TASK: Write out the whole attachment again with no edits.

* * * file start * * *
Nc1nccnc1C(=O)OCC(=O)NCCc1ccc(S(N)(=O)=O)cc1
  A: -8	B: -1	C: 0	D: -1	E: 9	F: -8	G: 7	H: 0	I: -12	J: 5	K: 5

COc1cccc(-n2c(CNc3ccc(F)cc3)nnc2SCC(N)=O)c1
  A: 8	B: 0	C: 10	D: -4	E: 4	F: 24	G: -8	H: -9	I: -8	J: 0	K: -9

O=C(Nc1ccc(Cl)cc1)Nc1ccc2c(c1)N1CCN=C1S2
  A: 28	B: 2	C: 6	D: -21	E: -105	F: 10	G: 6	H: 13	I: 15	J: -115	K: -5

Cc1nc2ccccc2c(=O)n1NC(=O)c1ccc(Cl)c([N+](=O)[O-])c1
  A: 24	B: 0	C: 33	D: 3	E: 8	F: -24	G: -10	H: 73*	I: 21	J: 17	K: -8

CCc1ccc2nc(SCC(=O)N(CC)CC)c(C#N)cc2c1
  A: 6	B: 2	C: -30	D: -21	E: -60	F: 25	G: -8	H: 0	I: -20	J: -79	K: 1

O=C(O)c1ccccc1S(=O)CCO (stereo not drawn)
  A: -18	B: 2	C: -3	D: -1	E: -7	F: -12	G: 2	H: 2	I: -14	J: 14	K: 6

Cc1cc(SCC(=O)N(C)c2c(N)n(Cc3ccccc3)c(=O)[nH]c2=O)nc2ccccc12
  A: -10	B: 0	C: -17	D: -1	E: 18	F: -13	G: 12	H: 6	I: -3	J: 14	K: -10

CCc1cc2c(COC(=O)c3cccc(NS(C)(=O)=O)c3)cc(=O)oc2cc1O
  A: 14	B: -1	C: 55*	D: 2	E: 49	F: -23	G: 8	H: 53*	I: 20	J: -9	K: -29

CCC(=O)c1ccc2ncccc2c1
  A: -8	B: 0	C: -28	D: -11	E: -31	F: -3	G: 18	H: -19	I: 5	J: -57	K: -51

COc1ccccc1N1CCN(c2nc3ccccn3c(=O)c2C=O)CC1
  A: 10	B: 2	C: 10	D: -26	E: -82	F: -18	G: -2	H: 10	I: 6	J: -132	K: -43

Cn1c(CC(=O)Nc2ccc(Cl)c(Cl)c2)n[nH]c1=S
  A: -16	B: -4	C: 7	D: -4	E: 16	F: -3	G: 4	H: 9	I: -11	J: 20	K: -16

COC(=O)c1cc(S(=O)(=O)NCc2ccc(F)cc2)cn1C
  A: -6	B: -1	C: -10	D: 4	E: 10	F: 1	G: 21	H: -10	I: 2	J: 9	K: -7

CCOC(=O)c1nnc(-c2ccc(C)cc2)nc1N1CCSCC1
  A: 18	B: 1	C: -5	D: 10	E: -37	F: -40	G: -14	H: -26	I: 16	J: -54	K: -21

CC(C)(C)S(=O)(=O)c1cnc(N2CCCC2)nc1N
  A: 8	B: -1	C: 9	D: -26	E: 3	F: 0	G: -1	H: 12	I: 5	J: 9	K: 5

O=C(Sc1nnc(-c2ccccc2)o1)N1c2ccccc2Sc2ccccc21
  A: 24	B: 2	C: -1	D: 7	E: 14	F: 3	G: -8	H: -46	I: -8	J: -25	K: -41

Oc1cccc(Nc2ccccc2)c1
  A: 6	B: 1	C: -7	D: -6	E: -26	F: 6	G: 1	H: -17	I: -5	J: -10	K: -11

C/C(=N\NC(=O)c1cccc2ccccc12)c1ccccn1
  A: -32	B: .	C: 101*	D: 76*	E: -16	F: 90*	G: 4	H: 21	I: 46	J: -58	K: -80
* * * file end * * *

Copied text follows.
Nc1nccnc1C(=O)OCC(=O)NCCc1ccc(S(N)(=O)=O)cc1
  A: -8	B: -1	C: 0	D: -1	E: 9	F: -8	G: 7	H: 0	I: -12	J: 5	K: 5

COc1cccc(-n2c(CNc3ccc(F)cc3)nnc2SCC(N)=O)c1
  A: 8	B: 0	C: 10	D: -4	E: 4	F: 24	G: -8	H: -9	I: -8	J: 0	K: -9

O=C(Nc1ccc(Cl)cc1)Nc1ccc2c(c1)N1CCN=C1S2
  A: 28	B: 2	C: 6	D: -21	E: -105	F: 10	G: 6	H: 13	I: 15	J: -115	K: -5

Cc1nc2ccccc2c(=O)n1NC(=O)c1ccc(Cl)c([N+](=O)[O-])c1
  A: 24	B: 0	C: 33	D: 3	E: 8	F: -24	G: -10	H: 73*	I: 21	J: 17	K: -8

CCc1ccc2nc(SCC(=O)N(CC)CC)c(C#N)cc2c1
  A: 6	B: 2	C: -30	D: -21	E: -60	F: 25	G: -8	H: 0	I: -20	J: -79	K: 1

O=C(O)c1ccccc1S(=O)CCO (stereo not drawn)
  A: -18	B: 2	C: -3	D: -1	E: -7	F: -12	G: 2	H: 2	I: -14	J: 14	K: 6

Cc1cc(SCC(=O)N(C)c2c(N)n(Cc3ccccc3)c(=O)[nH]c2=O)nc2ccccc12
  A: -10	B: 0	C: -17	D: -1	E: 18	F: -13	G: 12	H: 6	I: -3	J: 14	K: -10

CCc1cc2c(COC(=O)c3cccc(NS(C)(=O)=O)c3)cc(=O)oc2cc1O
  A: 14	B: -1	C: 55*	D: 2	E: 49	F: -23	G: 8	H: 53*	I: 20	J: -9	K: -29

CCC(=O)c1ccc2ncccc2c1
  A: -8	B: 0	C: -28	D: -11	E: -31	F: -3	G: 18	H: -19	I: 5	J: -57	K: -51

COc1ccccc1N1CCN(c2nc3ccccn3c(=O)c2C=O)CC1
  A: 10	B: 2	C: 10	D: -26	E: -82	F: -18	G: -2	H: 10	I: 6	J: -132	K: -43

Cn1c(CC(=O)Nc2ccc(Cl)c(Cl)c2)n[nH]c1=S
  A: -16	B: -4	C: 7	D: -4	E: 16	F: -3	G: 4	H: 9	I: -11	J: 20	K: -16

COC(=O)c1cc(S(=O)(=O)NCc2ccc(F)cc2)cn1C
  A: -6	B: -1	C: -10	D: 4	E: 10	F: 1	G: 21	H: -10	I: 2	J: 9	K: -7

CCOC(=O)c1nnc(-c2ccc(C)cc2)nc1N1CCSCC1
  A: 18	B: 1	C: -5	D: 10	E: -37	F: -40	G: -14	H: -26	I: 16	J: -54	K: -21

CC(C)(C)S(=O)(=O)c1cnc(N2CCCC2)nc1N
  A: 8	B: -1	C: 9	D: -26	E: 3	F: 0	G: -1	H: 12	I: 5	J: 9	K: 5

O=C(Sc1nnc(-c2ccccc2)o1)N1c2ccccc2Sc2ccccc21
  A: 24	B: 2	C: -1	D: 7	E: 14	F: 3	G: -8	H: -46	I: -8	J: -25	K: -41

Oc1cccc(Nc2ccccc2)c1
  A: 6	B: 1	C: -7	D: -6	E: -26	F: 6	G: 1	H: -17	I: -5	J: -10	K: -11

C/C(=N\NC(=O)c1cccc2ccccc12)c1ccccn1
  A: -32	B: .	C: 101*	D: 76*	E: -16	F: 90*	G: 4	H: 21	I: 46	J: -58	K: -80